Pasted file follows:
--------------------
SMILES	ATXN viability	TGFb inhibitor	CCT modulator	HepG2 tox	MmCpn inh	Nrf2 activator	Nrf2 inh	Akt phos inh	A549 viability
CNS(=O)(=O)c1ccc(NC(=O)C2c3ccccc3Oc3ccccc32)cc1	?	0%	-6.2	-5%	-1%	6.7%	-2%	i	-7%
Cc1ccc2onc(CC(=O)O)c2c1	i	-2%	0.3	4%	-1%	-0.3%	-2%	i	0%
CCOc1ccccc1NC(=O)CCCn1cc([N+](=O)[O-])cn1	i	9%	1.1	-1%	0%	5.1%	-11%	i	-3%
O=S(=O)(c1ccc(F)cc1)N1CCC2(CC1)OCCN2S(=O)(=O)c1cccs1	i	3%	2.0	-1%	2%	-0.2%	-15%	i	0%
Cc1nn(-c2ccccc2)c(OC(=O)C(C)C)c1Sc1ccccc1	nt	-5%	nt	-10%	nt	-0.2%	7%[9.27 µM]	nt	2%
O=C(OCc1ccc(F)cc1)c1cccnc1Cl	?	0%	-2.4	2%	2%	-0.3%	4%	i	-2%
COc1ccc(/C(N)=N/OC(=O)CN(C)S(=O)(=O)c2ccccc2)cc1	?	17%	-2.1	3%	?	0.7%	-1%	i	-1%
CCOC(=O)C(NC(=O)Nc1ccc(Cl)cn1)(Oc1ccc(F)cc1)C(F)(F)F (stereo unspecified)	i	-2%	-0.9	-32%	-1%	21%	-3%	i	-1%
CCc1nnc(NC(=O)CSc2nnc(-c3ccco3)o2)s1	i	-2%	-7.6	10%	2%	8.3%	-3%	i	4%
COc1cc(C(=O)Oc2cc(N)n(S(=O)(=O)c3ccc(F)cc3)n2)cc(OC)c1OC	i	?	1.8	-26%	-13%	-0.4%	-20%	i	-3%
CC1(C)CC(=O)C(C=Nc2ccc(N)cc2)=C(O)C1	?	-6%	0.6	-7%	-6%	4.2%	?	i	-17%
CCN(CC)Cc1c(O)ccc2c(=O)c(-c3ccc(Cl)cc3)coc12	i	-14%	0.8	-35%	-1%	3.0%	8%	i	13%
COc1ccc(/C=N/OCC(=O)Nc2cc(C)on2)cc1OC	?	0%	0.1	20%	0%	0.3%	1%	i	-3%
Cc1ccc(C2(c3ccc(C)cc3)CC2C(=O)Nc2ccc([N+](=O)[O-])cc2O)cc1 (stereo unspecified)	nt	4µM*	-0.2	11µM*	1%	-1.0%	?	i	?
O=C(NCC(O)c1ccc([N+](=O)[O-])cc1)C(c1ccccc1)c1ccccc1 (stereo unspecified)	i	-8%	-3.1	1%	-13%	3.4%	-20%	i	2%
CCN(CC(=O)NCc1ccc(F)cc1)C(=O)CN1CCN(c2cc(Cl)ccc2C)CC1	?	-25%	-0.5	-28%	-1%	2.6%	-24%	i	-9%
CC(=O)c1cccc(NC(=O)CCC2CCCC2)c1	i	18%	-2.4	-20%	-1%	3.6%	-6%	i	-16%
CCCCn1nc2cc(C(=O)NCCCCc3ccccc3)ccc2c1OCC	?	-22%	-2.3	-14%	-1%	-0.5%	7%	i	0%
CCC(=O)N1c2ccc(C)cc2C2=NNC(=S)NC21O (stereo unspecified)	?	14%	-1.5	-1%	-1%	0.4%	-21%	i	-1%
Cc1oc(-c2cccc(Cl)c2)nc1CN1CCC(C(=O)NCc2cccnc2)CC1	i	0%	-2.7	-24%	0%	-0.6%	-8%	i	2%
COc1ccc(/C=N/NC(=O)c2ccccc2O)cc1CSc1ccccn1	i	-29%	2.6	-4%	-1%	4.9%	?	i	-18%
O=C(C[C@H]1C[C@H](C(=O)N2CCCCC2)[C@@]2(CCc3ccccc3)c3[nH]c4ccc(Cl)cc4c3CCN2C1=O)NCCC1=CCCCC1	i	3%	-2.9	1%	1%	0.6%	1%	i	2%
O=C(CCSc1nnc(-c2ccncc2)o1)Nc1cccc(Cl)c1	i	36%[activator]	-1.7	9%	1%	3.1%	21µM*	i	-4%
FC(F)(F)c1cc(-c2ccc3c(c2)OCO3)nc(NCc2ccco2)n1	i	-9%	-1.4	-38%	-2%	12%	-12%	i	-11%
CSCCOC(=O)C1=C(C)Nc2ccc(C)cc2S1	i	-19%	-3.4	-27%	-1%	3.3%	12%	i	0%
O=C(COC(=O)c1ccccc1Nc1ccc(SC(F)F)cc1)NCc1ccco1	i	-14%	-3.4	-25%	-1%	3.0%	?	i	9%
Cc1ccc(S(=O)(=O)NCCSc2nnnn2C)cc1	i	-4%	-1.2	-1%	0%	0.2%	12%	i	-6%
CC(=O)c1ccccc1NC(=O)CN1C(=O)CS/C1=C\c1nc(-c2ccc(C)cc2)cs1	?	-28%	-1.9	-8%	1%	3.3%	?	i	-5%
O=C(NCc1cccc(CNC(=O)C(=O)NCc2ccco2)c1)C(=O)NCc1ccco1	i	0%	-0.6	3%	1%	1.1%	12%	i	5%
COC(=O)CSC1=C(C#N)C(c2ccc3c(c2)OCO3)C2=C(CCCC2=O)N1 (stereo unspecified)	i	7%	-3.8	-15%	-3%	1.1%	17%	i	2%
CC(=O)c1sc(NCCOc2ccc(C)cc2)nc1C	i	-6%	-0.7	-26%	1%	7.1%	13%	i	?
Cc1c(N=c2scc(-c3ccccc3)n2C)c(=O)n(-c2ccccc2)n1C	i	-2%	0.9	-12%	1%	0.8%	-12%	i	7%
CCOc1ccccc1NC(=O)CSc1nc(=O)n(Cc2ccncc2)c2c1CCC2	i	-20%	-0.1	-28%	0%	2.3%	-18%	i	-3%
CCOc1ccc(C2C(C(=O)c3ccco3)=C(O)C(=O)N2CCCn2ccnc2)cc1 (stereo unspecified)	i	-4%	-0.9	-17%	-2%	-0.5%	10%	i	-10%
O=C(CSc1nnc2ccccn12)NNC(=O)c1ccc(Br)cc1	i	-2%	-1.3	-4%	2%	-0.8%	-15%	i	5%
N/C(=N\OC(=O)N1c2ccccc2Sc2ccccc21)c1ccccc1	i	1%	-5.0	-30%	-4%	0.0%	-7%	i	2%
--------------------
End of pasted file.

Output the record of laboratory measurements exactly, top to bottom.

SMILES	ATXN viability	TGFb inhibitor	CCT modulator	HepG2 tox	MmCpn inh	Nrf2 activator	Nrf2 inh	Akt phos inh	A549 viability
CNS(=O)(=O)c1ccc(NC(=O)C2c3ccccc3Oc3ccccc32)cc1	?	0%	-6.2	-5%	-1%	6.7%	-2%	i	-7%
Cc1ccc2onc(CC(=O)O)c2c1	i	-2%	0.3	4%	-1%	-0.3%	-2%	i	0%
CCOc1ccccc1NC(=O)CCCn1cc([N+](=O)[O-])cn1	i	9%	1.1	-1%	0%	5.1%	-11%	i	-3%
O=S(=O)(c1ccc(F)cc1)N1CCC2(CC1)OCCN2S(=O)(=O)c1cccs1	i	3%	2.0	-1%	2%	-0.2%	-15%	i	0%
Cc1nn(-c2ccccc2)c(OC(=O)C(C)C)c1Sc1ccccc1	nt	-5%	nt	-10%	nt	-0.2%	7%[9.27 µM]	nt	2%
O=C(OCc1ccc(F)cc1)c1cccnc1Cl	?	0%	-2.4	2%	2%	-0.3%	4%	i	-2%
COc1ccc(/C(N)=N/OC(=O)CN(C)S(=O)(=O)c2ccccc2)cc1	?	17%	-2.1	3%	?	0.7%	-1%	i	-1%
CCOC(=O)C(NC(=O)Nc1ccc(Cl)cn1)(Oc1ccc(F)cc1)C(F)(F)F (stereo unspecified)	i	-2%	-0.9	-32%	-1%	21%	-3%	i	-1%
CCc1nnc(NC(=O)CSc2nnc(-c3ccco3)o2)s1	i	-2%	-7.6	10%	2%	8.3%	-3%	i	4%
COc1cc(C(=O)Oc2cc(N)n(S(=O)(=O)c3ccc(F)cc3)n2)cc(OC)c1OC	i	?	1.8	-26%	-13%	-0.4%	-20%	i	-3%
CC1(C)CC(=O)C(C=Nc2ccc(N)cc2)=C(O)C1	?	-6%	0.6	-7%	-6%	4.2%	?	i	-17%
CCN(CC)Cc1c(O)ccc2c(=O)c(-c3ccc(Cl)cc3)coc12	i	-14%	0.8	-35%	-1%	3.0%	8%	i	13%
COc1ccc(/C=N/OCC(=O)Nc2cc(C)on2)cc1OC	?	0%	0.1	20%	0%	0.3%	1%	i	-3%
Cc1ccc(C2(c3ccc(C)cc3)CC2C(=O)Nc2ccc([N+](=O)[O-])cc2O)cc1 (stereo unspecified)	nt	4µM*	-0.2	11µM*	1%	-1.0%	?	i	?
O=C(NCC(O)c1ccc([N+](=O)[O-])cc1)C(c1ccccc1)c1ccccc1 (stereo unspecified)	i	-8%	-3.1	1%	-13%	3.4%	-20%	i	2%
CCN(CC(=O)NCc1ccc(F)cc1)C(=O)CN1CCN(c2cc(Cl)ccc2C)CC1	?	-25%	-0.5	-28%	-1%	2.6%	-24%	i	-9%
CC(=O)c1cccc(NC(=O)CCC2CCCC2)c1	i	18%	-2.4	-20%	-1%	3.6%	-6%	i	-16%
CCCCn1nc2cc(C(=O)NCCCCc3ccccc3)ccc2c1OCC	?	-22%	-2.3	-14%	-1%	-0.5%	7%	i	0%
CCC(=O)N1c2ccc(C)cc2C2=NNC(=S)NC21O (stereo unspecified)	?	14%	-1.5	-1%	-1%	0.4%	-21%	i	-1%
Cc1oc(-c2cccc(Cl)c2)nc1CN1CCC(C(=O)NCc2cccnc2)CC1	i	0%	-2.7	-24%	0%	-0.6%	-8%	i	2%
COc1ccc(/C=N/NC(=O)c2ccccc2O)cc1CSc1ccccn1	i	-29%	2.6	-4%	-1%	4.9%	?	i	-18%
O=C(C[C@H]1C[C@H](C(=O)N2CCCCC2)[C@@]2(CCc3ccccc3)c3[nH]c4ccc(Cl)cc4c3CCN2C1=O)NCCC1=CCCCC1	i	3%	-2.9	1%	1%	0.6%	1%	i	2%
O=C(CCSc1nnc(-c2ccncc2)o1)Nc1cccc(Cl)c1	i	36%[activator]	-1.7	9%	1%	3.1%	21µM*	i	-4%
FC(F)(F)c1cc(-c2ccc3c(c2)OCO3)nc(NCc2ccco2)n1	i	-9%	-1.4	-38%	-2%	12%	-12%	i	-11%
CSCCOC(=O)C1=C(C)Nc2ccc(C)cc2S1	i	-19%	-3.4	-27%	-1%	3.3%	12%	i	0%
O=C(COC(=O)c1ccccc1Nc1ccc(SC(F)F)cc1)NCc1ccco1	i	-14%	-3.4	-25%	-1%	3.0%	?	i	9%
Cc1ccc(S(=O)(=O)NCCSc2nnnn2C)cc1	i	-4%	-1.2	-1%	0%	0.2%	12%	i	-6%
CC(=O)c1ccccc1NC(=O)CN1C(=O)CS/C1=C\c1nc(-c2ccc(C)cc2)cs1	?	-28%	-1.9	-8%	1%	3.3%	?	i	-5%
O=C(NCc1cccc(CNC(=O)C(=O)NCc2ccco2)c1)C(=O)NCc1ccco1	i	0%	-0.6	3%	1%	1.1%	12%	i	5%
COC(=O)CSC1=C(C#N)C(c2ccc3c(c2)OCO3)C2=C(CCCC2=O)N1 (stereo unspecified)	i	7%	-3.8	-15%	-3%	1.1%	17%	i	2%
CC(=O)c1sc(NCCOc2ccc(C)cc2)nc1C	i	-6%	-0.7	-26%	1%	7.1%	13%	i	?
Cc1c(N=c2scc(-c3ccccc3)n2C)c(=O)n(-c2ccccc2)n1C	i	-2%	0.9	-12%	1%	0.8%	-12%	i	7%
CCOc1ccccc1NC(=O)CSc1nc(=O)n(Cc2ccncc2)c2c1CCC2	i	-20%	-0.1	-28%	0%	2.3%	-18%	i	-3%
CCOc1ccc(C2C(C(=O)c3ccco3)=C(O)C(=O)N2CCCn2ccnc2)cc1 (stereo unspecified)	i	-4%	-0.9	-17%	-2%	-0.5%	10%	i	-10%
O=C(CSc1nnc2ccccn12)NNC(=O)c1ccc(Br)cc1	i	-2%	-1.3	-4%	2%	-0.8%	-15%	i	5%
N/C(=N\OC(=O)N1c2ccccc2Sc2ccccc21)c1ccccc1	i	1%	-5.0	-30%	-4%	0.0%	-7%	i	2%